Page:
Infectious cholangiopathies may also mimic PSC. The most common infectious agents associated with this pattern of hepatic injury are cytomegalovirus and cryptosporidium, seen primarily in the AIDS population but now rare in the era of effective HIV therapy.
Some children with primary immunodeficiency develop sclerosing cholangitis. While many of these cases are undoubtedly related to persistent biliary tract infections, in others no infectious agent has been demonstrated. In one report of 56 children with PSC, eight (14%) had a primary immunodeficiency syndrome, associated with cryptosporidial infection in three, cytomegalovirus in three, and no demonstrable organisms in two.53
Overlap and outlier (variant) syndromes
A sizeable percentage of cases of autoimmune liver disease that generally fit into one diagnostic category will show clinical, serologic, or histologic features more characteristic of another type of autoimmune liver disease. When overlap in all three areas (clinical features, serologic profile, and histopathology) is present, the diagnosis of an overlap syndrome should be considered. However, it should be noted that it is controversial whether these overlap syndromes are distinct entities or variants of the major autoimmune hepatopathies, and standardization of diagnostic criteria and terminology is lacking.
The term ‘overlap syndrome’ is used primarily to describe variant forms of autoimmune liver disease that present with both cholestatic and hepatitic features that do not fit readily into the usual diagnostic categories,54, 55 and which generally have overlapping characteristics of AIH+PBC or AIH+PSC (Table 6).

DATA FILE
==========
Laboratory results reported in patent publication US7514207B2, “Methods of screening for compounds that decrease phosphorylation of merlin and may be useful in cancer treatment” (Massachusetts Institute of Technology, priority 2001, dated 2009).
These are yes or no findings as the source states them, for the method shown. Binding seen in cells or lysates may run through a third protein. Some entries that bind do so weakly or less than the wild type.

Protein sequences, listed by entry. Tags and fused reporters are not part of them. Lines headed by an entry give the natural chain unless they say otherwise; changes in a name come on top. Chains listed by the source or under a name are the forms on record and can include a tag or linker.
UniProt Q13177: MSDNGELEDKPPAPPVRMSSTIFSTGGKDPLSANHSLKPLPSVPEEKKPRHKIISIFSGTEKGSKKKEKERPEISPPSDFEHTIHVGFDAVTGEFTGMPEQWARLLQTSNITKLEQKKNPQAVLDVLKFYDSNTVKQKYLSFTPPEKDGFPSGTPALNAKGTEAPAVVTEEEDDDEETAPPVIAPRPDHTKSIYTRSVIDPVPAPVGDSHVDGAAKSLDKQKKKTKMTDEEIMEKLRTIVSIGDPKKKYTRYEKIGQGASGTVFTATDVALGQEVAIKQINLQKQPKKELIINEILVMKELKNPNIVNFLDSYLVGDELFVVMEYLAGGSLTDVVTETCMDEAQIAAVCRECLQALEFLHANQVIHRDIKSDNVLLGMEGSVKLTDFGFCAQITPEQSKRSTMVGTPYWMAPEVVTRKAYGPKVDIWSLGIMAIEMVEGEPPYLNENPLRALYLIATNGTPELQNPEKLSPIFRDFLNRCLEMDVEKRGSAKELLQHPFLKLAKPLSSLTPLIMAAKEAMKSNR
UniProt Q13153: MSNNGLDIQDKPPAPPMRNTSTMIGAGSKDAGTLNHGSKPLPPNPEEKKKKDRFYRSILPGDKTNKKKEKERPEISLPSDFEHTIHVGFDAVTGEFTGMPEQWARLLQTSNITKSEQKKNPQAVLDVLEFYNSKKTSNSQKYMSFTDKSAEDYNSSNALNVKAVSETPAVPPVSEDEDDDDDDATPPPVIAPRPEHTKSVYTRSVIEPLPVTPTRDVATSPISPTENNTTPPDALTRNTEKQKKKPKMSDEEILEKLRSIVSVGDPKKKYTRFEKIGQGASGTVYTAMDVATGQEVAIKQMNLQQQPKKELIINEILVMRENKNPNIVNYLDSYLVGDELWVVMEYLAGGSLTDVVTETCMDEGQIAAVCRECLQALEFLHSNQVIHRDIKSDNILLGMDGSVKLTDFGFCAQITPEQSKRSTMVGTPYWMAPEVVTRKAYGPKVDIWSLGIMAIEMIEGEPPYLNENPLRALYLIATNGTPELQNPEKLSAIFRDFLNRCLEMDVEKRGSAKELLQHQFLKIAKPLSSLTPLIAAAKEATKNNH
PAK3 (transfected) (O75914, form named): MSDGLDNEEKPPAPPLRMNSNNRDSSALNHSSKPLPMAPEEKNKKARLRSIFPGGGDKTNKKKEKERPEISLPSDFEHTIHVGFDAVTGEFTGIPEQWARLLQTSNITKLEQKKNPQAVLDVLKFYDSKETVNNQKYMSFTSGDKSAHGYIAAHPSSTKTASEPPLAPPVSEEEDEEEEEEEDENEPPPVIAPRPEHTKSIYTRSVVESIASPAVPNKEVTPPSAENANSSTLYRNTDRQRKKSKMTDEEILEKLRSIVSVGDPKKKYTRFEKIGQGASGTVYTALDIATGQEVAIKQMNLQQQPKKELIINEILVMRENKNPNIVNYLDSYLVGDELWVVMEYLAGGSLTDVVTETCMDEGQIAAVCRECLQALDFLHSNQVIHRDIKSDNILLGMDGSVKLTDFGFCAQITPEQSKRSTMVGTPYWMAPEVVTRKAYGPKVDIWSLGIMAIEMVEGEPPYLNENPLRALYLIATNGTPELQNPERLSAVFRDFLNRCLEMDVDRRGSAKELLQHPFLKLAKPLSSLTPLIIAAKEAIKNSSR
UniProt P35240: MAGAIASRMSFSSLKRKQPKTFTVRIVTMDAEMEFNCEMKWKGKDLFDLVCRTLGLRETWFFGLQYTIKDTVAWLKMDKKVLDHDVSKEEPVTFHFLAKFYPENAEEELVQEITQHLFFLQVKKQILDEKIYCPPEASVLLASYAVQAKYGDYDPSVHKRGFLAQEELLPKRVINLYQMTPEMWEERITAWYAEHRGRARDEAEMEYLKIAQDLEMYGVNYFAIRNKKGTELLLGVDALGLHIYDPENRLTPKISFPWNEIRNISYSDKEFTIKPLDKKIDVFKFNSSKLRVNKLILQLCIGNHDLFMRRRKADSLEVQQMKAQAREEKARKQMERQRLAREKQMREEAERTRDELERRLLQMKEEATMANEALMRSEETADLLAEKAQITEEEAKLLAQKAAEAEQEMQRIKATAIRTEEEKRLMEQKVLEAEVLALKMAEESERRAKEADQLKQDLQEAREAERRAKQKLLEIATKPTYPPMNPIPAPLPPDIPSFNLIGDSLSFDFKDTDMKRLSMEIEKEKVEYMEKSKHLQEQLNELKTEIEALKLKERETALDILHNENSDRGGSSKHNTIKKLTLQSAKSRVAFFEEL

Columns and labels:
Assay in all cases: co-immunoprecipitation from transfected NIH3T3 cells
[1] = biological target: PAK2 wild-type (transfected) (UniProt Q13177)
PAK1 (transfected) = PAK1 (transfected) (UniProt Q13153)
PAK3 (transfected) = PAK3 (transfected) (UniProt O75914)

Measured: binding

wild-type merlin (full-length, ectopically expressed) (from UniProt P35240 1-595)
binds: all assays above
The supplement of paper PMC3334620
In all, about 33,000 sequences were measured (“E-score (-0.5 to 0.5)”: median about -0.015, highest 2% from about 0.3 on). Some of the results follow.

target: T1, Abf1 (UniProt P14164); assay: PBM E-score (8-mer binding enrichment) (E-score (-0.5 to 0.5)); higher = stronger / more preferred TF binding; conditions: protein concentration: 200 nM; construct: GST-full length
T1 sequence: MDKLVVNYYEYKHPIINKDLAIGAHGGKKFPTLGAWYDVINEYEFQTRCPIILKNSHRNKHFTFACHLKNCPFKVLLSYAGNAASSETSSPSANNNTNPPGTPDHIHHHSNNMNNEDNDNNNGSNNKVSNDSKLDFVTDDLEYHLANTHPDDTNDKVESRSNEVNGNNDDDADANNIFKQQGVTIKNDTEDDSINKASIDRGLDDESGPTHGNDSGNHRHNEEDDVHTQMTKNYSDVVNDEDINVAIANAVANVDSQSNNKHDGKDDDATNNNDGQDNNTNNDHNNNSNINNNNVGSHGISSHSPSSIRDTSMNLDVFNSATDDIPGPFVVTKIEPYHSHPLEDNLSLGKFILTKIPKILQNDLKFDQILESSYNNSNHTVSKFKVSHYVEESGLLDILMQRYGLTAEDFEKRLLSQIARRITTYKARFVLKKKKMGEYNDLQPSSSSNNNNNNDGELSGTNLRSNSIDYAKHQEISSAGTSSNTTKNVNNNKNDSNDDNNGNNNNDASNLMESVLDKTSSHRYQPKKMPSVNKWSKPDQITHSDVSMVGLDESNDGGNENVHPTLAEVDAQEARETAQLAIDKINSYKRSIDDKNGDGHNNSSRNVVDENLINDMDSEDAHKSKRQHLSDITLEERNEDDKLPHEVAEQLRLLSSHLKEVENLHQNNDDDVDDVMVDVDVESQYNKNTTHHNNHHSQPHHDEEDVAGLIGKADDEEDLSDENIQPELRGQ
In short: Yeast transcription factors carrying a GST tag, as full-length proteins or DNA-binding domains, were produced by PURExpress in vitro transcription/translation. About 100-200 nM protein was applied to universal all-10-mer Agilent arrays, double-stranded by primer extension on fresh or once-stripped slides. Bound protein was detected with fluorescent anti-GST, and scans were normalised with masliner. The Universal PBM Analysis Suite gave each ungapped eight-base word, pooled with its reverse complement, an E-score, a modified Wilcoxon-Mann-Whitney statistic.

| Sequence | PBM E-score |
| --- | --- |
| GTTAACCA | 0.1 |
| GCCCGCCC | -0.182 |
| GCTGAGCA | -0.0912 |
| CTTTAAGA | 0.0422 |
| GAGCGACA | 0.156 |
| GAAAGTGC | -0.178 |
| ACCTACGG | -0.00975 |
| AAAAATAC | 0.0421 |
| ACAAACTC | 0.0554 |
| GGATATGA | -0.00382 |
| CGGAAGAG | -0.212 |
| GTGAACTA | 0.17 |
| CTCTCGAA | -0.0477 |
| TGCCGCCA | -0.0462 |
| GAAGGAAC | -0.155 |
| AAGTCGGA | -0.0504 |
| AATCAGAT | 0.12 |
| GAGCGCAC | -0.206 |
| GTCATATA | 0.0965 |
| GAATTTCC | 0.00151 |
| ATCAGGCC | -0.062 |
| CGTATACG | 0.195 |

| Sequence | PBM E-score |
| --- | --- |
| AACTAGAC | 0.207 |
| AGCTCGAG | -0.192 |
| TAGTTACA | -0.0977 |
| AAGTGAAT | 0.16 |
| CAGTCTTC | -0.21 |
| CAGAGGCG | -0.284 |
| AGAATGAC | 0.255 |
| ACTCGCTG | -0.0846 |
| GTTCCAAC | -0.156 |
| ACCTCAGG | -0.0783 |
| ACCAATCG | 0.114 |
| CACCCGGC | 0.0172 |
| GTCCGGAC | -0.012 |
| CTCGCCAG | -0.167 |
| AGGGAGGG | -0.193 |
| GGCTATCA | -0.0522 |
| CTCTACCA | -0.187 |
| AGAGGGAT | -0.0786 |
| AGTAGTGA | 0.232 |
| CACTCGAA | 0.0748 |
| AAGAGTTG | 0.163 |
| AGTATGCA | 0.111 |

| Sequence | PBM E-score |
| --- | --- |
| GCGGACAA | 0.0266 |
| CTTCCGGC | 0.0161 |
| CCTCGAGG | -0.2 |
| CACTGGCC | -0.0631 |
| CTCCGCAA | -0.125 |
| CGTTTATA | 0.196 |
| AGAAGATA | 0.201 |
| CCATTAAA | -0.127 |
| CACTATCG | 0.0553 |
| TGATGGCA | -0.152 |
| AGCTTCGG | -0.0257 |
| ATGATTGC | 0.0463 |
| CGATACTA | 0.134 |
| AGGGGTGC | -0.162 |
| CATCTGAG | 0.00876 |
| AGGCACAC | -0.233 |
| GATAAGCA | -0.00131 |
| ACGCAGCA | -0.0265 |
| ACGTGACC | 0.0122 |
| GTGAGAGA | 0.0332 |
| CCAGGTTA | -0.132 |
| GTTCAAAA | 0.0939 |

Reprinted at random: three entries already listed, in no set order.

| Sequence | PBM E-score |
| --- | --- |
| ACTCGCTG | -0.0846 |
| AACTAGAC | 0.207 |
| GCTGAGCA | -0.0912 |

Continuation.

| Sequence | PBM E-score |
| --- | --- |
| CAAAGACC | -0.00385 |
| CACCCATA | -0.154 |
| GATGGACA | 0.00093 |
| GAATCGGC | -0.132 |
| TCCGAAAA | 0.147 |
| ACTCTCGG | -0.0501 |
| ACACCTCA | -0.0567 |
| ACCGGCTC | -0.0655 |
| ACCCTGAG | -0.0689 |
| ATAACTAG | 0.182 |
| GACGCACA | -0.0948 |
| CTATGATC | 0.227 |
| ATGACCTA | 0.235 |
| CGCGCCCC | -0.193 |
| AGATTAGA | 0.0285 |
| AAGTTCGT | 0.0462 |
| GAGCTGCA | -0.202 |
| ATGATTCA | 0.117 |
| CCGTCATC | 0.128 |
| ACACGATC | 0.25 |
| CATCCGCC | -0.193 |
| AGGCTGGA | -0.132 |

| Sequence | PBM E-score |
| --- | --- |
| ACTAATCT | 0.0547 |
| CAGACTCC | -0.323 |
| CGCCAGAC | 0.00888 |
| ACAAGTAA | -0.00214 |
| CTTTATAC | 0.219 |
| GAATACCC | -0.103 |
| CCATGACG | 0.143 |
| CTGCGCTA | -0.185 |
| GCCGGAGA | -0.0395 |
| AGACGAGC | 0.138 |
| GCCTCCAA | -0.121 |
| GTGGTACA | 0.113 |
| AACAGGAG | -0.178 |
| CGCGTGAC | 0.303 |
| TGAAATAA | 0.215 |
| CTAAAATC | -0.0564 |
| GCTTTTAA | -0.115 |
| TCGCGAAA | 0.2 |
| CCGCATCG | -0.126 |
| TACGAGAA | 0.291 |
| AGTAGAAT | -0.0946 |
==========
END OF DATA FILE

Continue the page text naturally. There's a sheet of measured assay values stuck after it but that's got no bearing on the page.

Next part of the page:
In addition to cases with simultaneous characteristics of two autoimmune liver diseases, transitions between PBC⇔AIH and AIH⇔PSC have been described and termed sequential syndromes.
Autoimmune Cholangitis (AMA-Negative PBC): an Outlier Syndrome?
Although this entity lacks uniform diagnostic criteria, the term ‘AMA-negative PBC’ or ‘autoimmune cholangitis’ (AIC) has generally been applied to cases that are clinically, histologically (Figure 19), and biochemically compatible with PBC except for the lack of identifiable antimitochondrial antibodies; serum ANA and anti-SMA may be present in high titers. Because this entity closely resembles PBC except in its autoantibody profile, it has been termed an ‘outlier syndrome’ rather than an overlap syndrome.56 More sensitive testing using cloned mitochondrial antigens such as a triple-hybrid recombinant molecule may identify AMA in some patients previously thought to be seronegative. In one study of this newly developed ELISA assay, AMA were detected in 73% of 30 AC patients, but in none of 316 negative controls.57